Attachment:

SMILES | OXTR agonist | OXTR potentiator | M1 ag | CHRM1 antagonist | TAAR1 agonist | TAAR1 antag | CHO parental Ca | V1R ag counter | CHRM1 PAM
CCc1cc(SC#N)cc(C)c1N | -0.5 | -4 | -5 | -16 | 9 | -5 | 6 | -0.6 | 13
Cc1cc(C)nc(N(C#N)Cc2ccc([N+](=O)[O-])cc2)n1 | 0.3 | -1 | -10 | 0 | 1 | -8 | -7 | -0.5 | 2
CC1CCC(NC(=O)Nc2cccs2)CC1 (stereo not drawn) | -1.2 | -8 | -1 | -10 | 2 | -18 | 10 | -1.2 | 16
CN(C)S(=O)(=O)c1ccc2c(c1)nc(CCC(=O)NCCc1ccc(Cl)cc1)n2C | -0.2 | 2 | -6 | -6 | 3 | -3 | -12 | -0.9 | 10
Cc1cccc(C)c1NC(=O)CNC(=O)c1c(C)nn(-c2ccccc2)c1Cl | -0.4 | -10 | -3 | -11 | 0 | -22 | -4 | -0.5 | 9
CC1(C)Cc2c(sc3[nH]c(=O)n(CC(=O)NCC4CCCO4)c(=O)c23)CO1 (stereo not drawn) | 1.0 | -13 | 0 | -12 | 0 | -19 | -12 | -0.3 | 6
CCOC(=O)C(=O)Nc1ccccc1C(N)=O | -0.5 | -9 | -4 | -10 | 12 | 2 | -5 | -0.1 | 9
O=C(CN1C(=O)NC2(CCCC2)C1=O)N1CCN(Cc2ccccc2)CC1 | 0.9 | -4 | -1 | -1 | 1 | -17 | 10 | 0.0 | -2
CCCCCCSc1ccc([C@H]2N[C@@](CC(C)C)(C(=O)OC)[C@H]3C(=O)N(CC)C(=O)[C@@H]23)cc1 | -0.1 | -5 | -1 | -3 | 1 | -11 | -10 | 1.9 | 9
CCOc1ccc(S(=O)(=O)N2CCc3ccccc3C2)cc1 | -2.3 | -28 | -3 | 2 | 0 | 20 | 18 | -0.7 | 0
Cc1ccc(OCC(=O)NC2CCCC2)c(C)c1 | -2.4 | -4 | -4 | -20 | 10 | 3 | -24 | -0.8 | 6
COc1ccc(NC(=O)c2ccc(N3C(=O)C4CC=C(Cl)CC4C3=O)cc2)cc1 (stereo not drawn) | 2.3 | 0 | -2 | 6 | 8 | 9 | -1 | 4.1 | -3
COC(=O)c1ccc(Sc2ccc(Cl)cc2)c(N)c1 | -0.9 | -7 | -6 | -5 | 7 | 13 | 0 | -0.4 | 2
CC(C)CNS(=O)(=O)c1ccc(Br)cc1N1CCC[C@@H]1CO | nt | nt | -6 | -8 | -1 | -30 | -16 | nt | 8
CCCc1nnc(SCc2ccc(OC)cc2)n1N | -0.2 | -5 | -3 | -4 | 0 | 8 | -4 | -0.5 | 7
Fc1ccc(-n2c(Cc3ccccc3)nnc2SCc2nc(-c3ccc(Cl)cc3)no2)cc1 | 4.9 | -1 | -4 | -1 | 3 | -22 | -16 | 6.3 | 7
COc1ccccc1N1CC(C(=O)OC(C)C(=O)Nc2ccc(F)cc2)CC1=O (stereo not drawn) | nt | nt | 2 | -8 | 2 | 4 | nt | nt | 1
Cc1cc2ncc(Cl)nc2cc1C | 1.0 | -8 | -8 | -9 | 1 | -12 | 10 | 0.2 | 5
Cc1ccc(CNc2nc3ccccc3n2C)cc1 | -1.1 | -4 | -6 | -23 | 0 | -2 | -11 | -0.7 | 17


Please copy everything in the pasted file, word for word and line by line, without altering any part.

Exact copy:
SMILES | OXTR agonist | OXTR potentiator | M1 ag | CHRM1 antagonist | TAAR1 agonist | TAAR1 antag | CHO parental Ca | V1R ag counter | CHRM1 PAM
CCc1cc(SC#N)cc(C)c1N | -0.5 | -4 | -5 | -16 | 9 | -5 | 6 | -0.6 | 13
Cc1cc(C)nc(N(C#N)Cc2ccc([N+](=O)[O-])cc2)n1 | 0.3 | -1 | -10 | 0 | 1 | -8 | -7 | -0.5 | 2
CC1CCC(NC(=O)Nc2cccs2)CC1 (stereo not drawn) | -1.2 | -8 | -1 | -10 | 2 | -18 | 10 | -1.2 | 16
CN(C)S(=O)(=O)c1ccc2c(c1)nc(CCC(=O)NCCc1ccc(Cl)cc1)n2C | -0.2 | 2 | -6 | -6 | 3 | -3 | -12 | -0.9 | 10
Cc1cccc(C)c1NC(=O)CNC(=O)c1c(C)nn(-c2ccccc2)c1Cl | -0.4 | -10 | -3 | -11 | 0 | -22 | -4 | -0.5 | 9
CC1(C)Cc2c(sc3[nH]c(=O)n(CC(=O)NCC4CCCO4)c(=O)c23)CO1 (stereo not drawn) | 1.0 | -13 | 0 | -12 | 0 | -19 | -12 | -0.3 | 6
CCOC(=O)C(=O)Nc1ccccc1C(N)=O | -0.5 | -9 | -4 | -10 | 12 | 2 | -5 | -0.1 | 9
O=C(CN1C(=O)NC2(CCCC2)C1=O)N1CCN(Cc2ccccc2)CC1 | 0.9 | -4 | -1 | -1 | 1 | -17 | 10 | 0.0 | -2
CCCCCCSc1ccc([C@H]2N[C@@](CC(C)C)(C(=O)OC)[C@H]3C(=O)N(CC)C(=O)[C@@H]23)cc1 | -0.1 | -5 | -1 | -3 | 1 | -11 | -10 | 1.9 | 9
CCOc1ccc(S(=O)(=O)N2CCc3ccccc3C2)cc1 | -2.3 | -28 | -3 | 2 | 0 | 20 | 18 | -0.7 | 0
Cc1ccc(OCC(=O)NC2CCCC2)c(C)c1 | -2.4 | -4 | -4 | -20 | 10 | 3 | -24 | -0.8 | 6
COc1ccc(NC(=O)c2ccc(N3C(=O)C4CC=C(Cl)CC4C3=O)cc2)cc1 (stereo not drawn) | 2.3 | 0 | -2 | 6 | 8 | 9 | -1 | 4.1 | -3
COC(=O)c1ccc(Sc2ccc(Cl)cc2)c(N)c1 | -0.9 | -7 | -6 | -5 | 7 | 13 | 0 | -0.4 | 2
CC(C)CNS(=O)(=O)c1ccc(Br)cc1N1CCC[C@@H]1CO | nt | nt | -6 | -8 | -1 | -30 | -16 | nt | 8
CCCc1nnc(SCc2ccc(OC)cc2)n1N | -0.2 | -5 | -3 | -4 | 0 | 8 | -4 | -0.5 | 7
Fc1ccc(-n2c(Cc3ccccc3)nnc2SCc2nc(-c3ccc(Cl)cc3)no2)cc1 | 4.9 | -1 | -4 | -1 | 3 | -22 | -16 | 6.3 | 7
COc1ccccc1N1CC(C(=O)OC(C)C(=O)Nc2ccc(F)cc2)CC1=O (stereo not drawn) | nt | nt | 2 | -8 | 2 | 4 | nt | nt | 1
Cc1cc2ncc(Cl)nc2cc1C | 1.0 | -8 | -8 | -9 | 1 | -12 | 10 | 0.2 | 5
Cc1ccc(CNc2nc3ccccc3n2C)cc1 | -1.1 | -4 | -6 | -23 | 0 | -2 | -11 | -0.7 | 17